Of course this has a downside: there will inevitably be some levels that you just hate, and there’s nothing worse than trying out a new level with your friend only to find out that it’s one of the ‘dumb ones’. Another complaint to be made in the game is that some of the levels, rather than being simple left-to-right obstacle courses, are somewhat mazelike and can leave the player feeling lost (where am I supposed to go now?). Especially in a game that focuses on speed and smooth movement, this feeling is deadly, and a simple game map or arrow would have been invaluable in these cases.
I’m sure those spikes overhead are well-attached
Matching the visuals is the excellent techno soundtrack that comes with the game. These techno tracks are collected together from several different indie techno groups, including The Black Parrot and, The Ambolt, and Xilent. It’s a nicely invigorating set of upbeat tracks that help push you along in your race, but if techno isn’t your thing, the game also wisely lets you put together playlists from your own personal music collection to use instead.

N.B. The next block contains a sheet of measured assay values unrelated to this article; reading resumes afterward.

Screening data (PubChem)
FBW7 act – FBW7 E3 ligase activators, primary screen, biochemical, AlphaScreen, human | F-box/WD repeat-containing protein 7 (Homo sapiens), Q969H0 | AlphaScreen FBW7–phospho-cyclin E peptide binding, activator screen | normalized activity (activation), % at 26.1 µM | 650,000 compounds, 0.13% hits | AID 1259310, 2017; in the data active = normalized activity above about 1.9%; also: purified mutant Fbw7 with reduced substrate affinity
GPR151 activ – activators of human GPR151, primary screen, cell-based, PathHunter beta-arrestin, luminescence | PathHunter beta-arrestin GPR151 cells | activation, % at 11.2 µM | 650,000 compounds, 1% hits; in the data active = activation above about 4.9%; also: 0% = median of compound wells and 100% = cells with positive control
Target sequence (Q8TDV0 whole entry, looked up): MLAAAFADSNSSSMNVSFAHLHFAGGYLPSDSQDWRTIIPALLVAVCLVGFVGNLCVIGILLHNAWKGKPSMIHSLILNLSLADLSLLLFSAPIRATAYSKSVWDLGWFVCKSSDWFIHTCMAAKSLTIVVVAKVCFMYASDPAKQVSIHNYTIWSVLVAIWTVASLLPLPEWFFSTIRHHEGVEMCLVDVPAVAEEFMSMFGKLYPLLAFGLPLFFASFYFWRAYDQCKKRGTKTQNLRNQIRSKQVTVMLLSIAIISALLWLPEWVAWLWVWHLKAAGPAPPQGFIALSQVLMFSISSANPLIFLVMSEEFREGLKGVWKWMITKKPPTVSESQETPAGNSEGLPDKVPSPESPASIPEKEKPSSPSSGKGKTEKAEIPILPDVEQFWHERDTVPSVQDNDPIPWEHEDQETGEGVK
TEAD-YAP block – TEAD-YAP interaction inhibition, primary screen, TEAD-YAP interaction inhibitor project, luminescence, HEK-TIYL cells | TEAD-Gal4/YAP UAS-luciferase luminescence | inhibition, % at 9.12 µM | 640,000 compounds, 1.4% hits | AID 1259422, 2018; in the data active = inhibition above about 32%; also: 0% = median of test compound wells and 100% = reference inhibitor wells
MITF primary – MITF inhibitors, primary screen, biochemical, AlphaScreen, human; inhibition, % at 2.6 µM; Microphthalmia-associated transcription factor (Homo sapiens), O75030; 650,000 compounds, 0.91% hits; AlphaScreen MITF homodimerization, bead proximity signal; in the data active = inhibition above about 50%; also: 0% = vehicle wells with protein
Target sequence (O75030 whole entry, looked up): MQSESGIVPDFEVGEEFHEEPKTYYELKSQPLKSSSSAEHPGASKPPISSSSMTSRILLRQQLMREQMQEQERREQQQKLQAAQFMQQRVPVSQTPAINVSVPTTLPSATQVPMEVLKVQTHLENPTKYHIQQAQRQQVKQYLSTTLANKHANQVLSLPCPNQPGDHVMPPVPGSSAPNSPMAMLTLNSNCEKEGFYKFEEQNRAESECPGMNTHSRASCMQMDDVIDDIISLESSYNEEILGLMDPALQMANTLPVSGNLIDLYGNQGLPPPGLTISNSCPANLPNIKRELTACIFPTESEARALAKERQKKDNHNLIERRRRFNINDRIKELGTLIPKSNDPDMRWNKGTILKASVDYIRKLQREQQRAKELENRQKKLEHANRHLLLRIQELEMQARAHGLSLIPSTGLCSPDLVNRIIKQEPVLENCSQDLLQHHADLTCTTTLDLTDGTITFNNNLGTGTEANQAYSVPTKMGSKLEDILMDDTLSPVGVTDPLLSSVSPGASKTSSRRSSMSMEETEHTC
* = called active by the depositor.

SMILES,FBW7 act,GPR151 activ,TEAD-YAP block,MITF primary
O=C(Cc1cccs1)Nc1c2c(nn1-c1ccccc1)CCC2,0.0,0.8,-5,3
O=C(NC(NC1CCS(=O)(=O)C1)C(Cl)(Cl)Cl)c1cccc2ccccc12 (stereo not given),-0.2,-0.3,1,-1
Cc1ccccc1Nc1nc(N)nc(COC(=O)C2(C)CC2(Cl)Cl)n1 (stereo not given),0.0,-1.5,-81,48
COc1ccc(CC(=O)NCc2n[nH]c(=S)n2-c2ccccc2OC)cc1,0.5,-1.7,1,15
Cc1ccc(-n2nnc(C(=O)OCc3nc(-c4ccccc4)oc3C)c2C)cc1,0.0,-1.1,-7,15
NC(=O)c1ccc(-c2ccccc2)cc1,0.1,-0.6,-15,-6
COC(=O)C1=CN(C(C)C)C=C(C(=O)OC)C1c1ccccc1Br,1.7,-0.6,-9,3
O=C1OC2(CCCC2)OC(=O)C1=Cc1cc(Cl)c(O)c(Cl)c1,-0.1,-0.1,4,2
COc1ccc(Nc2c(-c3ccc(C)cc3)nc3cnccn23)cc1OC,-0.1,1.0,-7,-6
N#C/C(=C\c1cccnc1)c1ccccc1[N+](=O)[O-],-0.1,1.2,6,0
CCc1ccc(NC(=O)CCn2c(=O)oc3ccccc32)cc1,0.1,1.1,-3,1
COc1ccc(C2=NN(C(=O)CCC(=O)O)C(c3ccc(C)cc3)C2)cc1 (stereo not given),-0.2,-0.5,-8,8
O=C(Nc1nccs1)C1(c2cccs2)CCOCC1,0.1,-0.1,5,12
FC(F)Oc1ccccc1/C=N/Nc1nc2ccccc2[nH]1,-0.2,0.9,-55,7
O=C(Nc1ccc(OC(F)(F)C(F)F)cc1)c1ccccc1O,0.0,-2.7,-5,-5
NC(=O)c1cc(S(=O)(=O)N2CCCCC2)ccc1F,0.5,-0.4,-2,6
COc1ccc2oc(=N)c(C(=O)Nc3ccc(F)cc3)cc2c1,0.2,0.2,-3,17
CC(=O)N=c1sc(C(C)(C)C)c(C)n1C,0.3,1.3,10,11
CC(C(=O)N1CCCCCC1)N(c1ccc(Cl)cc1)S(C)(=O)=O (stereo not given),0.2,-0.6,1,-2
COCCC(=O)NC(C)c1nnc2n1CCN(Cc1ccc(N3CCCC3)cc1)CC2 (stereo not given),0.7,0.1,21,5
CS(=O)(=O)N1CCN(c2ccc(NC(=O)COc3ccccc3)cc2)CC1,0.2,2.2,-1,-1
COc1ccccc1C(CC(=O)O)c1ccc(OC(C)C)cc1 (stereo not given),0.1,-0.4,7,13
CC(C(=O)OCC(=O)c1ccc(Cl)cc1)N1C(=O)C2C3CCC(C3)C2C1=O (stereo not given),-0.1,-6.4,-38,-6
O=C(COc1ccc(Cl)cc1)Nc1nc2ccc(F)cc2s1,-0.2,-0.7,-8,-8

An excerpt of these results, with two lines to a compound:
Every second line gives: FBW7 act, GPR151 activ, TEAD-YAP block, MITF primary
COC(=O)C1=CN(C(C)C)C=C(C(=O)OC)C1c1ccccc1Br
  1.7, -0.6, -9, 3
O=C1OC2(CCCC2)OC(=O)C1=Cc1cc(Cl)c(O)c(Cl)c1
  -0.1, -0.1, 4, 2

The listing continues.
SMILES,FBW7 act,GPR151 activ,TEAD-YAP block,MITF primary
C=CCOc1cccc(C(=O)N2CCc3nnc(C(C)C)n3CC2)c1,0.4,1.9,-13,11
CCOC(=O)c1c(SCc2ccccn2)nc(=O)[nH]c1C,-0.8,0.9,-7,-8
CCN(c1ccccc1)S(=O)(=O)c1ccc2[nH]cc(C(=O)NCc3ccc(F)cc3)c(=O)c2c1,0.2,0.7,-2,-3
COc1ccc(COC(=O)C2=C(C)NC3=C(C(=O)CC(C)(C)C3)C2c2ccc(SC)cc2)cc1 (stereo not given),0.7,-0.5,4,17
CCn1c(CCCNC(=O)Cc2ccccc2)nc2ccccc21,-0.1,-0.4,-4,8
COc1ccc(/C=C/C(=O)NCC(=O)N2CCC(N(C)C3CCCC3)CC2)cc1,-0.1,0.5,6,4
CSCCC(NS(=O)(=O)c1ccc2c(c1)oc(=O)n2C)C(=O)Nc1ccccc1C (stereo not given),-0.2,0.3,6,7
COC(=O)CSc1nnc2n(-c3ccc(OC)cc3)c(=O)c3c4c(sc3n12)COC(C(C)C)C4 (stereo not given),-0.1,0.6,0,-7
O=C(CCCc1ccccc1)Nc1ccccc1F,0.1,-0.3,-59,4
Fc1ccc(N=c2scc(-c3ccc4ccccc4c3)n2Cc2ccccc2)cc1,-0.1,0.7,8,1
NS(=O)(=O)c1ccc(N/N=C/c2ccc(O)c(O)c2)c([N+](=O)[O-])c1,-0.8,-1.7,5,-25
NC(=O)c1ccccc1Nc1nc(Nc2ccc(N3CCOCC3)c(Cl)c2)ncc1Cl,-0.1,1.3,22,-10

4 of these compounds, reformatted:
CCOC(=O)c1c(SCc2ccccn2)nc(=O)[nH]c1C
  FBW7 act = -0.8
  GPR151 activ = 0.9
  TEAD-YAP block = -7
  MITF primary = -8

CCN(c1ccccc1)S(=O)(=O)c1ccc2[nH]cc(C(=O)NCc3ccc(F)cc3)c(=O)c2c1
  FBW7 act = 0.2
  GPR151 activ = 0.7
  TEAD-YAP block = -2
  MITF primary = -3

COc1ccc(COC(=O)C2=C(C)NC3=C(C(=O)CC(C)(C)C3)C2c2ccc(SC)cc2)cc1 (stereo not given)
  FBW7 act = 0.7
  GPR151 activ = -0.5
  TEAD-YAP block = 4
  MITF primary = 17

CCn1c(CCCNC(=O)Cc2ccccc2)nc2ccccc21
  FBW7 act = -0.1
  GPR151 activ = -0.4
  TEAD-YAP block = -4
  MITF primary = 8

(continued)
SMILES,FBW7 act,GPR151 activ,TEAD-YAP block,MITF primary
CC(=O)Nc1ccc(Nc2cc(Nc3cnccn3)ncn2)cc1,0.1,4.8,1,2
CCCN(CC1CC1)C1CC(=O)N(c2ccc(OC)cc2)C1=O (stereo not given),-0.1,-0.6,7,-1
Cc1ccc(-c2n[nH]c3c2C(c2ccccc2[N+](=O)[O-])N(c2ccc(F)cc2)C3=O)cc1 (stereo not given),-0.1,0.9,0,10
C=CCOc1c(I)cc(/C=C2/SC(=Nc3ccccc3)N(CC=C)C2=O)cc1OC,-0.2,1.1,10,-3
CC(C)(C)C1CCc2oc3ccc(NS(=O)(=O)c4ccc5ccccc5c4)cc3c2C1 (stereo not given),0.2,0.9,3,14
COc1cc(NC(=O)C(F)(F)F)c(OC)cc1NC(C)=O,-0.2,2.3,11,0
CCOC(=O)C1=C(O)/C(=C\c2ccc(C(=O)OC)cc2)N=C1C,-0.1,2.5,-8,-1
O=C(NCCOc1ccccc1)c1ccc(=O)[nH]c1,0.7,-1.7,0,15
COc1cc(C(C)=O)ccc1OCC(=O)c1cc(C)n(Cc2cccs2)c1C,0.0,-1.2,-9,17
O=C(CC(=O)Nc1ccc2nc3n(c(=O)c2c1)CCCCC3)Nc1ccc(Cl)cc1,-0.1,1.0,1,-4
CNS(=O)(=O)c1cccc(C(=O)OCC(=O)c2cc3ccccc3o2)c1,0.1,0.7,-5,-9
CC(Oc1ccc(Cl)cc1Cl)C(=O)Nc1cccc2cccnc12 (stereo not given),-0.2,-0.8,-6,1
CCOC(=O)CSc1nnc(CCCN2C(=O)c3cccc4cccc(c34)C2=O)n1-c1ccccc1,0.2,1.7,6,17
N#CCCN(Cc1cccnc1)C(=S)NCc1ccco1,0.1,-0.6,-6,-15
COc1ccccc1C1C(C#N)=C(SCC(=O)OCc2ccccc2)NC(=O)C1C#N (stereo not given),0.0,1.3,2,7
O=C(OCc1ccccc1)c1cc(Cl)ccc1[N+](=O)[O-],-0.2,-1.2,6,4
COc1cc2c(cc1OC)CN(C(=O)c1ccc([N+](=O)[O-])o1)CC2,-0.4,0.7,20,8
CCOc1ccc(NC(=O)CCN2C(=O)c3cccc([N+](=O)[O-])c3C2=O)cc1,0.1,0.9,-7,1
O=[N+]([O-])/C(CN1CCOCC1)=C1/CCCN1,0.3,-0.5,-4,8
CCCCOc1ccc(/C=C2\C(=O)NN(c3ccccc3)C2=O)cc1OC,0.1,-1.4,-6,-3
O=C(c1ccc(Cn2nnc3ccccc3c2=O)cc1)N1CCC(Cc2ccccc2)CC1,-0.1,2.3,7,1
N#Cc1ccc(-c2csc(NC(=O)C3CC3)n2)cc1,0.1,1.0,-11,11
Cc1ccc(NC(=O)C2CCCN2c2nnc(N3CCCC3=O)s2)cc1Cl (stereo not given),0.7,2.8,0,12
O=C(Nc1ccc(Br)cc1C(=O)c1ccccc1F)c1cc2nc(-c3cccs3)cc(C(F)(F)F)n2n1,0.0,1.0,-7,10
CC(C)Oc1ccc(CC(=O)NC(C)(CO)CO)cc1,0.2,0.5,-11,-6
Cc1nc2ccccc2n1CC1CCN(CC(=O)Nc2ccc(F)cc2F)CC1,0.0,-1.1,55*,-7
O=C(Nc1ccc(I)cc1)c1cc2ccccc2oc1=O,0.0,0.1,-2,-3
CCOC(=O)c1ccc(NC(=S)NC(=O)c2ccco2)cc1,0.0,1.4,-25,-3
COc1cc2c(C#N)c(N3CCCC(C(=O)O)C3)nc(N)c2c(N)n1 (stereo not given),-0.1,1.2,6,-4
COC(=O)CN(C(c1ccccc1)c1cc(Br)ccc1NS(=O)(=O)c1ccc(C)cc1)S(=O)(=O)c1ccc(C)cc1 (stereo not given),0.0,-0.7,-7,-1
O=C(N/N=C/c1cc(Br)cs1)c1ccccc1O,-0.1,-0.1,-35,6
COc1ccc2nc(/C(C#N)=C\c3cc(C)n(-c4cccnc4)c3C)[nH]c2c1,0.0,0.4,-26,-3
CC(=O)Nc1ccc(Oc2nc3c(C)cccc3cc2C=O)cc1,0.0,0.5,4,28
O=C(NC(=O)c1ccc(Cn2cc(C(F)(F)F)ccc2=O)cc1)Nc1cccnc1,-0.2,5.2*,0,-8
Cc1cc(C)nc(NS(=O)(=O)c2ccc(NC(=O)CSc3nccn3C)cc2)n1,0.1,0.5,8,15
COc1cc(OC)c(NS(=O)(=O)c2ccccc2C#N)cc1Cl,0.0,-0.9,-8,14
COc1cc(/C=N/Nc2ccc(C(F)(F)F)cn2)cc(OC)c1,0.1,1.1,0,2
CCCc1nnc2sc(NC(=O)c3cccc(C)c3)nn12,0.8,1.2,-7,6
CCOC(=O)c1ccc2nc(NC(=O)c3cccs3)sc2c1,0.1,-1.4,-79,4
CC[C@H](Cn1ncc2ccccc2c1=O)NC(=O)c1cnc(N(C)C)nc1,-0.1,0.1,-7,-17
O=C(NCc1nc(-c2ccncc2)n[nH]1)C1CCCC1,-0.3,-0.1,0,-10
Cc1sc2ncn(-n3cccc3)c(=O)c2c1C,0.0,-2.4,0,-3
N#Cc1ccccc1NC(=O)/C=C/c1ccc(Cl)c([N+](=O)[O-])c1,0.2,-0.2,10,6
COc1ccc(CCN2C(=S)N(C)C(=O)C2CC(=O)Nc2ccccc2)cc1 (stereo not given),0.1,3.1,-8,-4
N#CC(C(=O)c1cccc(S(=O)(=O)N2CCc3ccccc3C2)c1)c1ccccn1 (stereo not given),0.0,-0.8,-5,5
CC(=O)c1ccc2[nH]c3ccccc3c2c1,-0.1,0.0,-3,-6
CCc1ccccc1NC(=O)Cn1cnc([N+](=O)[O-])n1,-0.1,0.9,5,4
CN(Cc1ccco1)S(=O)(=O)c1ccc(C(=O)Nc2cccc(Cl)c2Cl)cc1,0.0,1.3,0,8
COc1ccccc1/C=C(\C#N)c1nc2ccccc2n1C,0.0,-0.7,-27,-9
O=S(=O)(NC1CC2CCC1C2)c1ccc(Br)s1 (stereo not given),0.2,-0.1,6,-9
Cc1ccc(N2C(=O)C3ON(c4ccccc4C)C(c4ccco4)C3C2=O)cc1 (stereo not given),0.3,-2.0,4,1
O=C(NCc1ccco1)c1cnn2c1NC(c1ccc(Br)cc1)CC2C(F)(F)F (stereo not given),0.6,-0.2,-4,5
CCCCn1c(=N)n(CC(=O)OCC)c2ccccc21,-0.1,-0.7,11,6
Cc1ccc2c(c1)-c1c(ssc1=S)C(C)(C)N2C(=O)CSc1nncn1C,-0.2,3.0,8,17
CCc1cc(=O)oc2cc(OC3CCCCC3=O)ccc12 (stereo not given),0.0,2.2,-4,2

One trait about the game that may divide players is its self-aware simplicity. The game is casual all the way, with no unlocks, no campaign mode, and no sense of progression. All the levels are available to you right from the get-go, with no need to play in any particular order (although the first few levels do introduce important mechanics). I personally found this to be liberating: this is a game that wants you to give you all the toys at once. This is even reflected in the achievements for the game; nearly every single achievement is time-based, with each level having a gold standard to beat. This is essentially the only single-player pull of the game: if you want to, you can practice a level until you can slide past the saw blades and hop over the acid pits with slickly polished ease.
Rush Bros is like the sword-swallower at the circus: it really doesn’t have all the much substance to offer, but if you’re into that sort of thing, it may be worth the time to go see it. For ten dollars, you will get the chance to call up your Steam friends and have fun racing each other for an hour or two. The game might become a favorite, but there’s not enough substance in it to expect you continually come back for more. Still, it’s a fun experience while it lasts.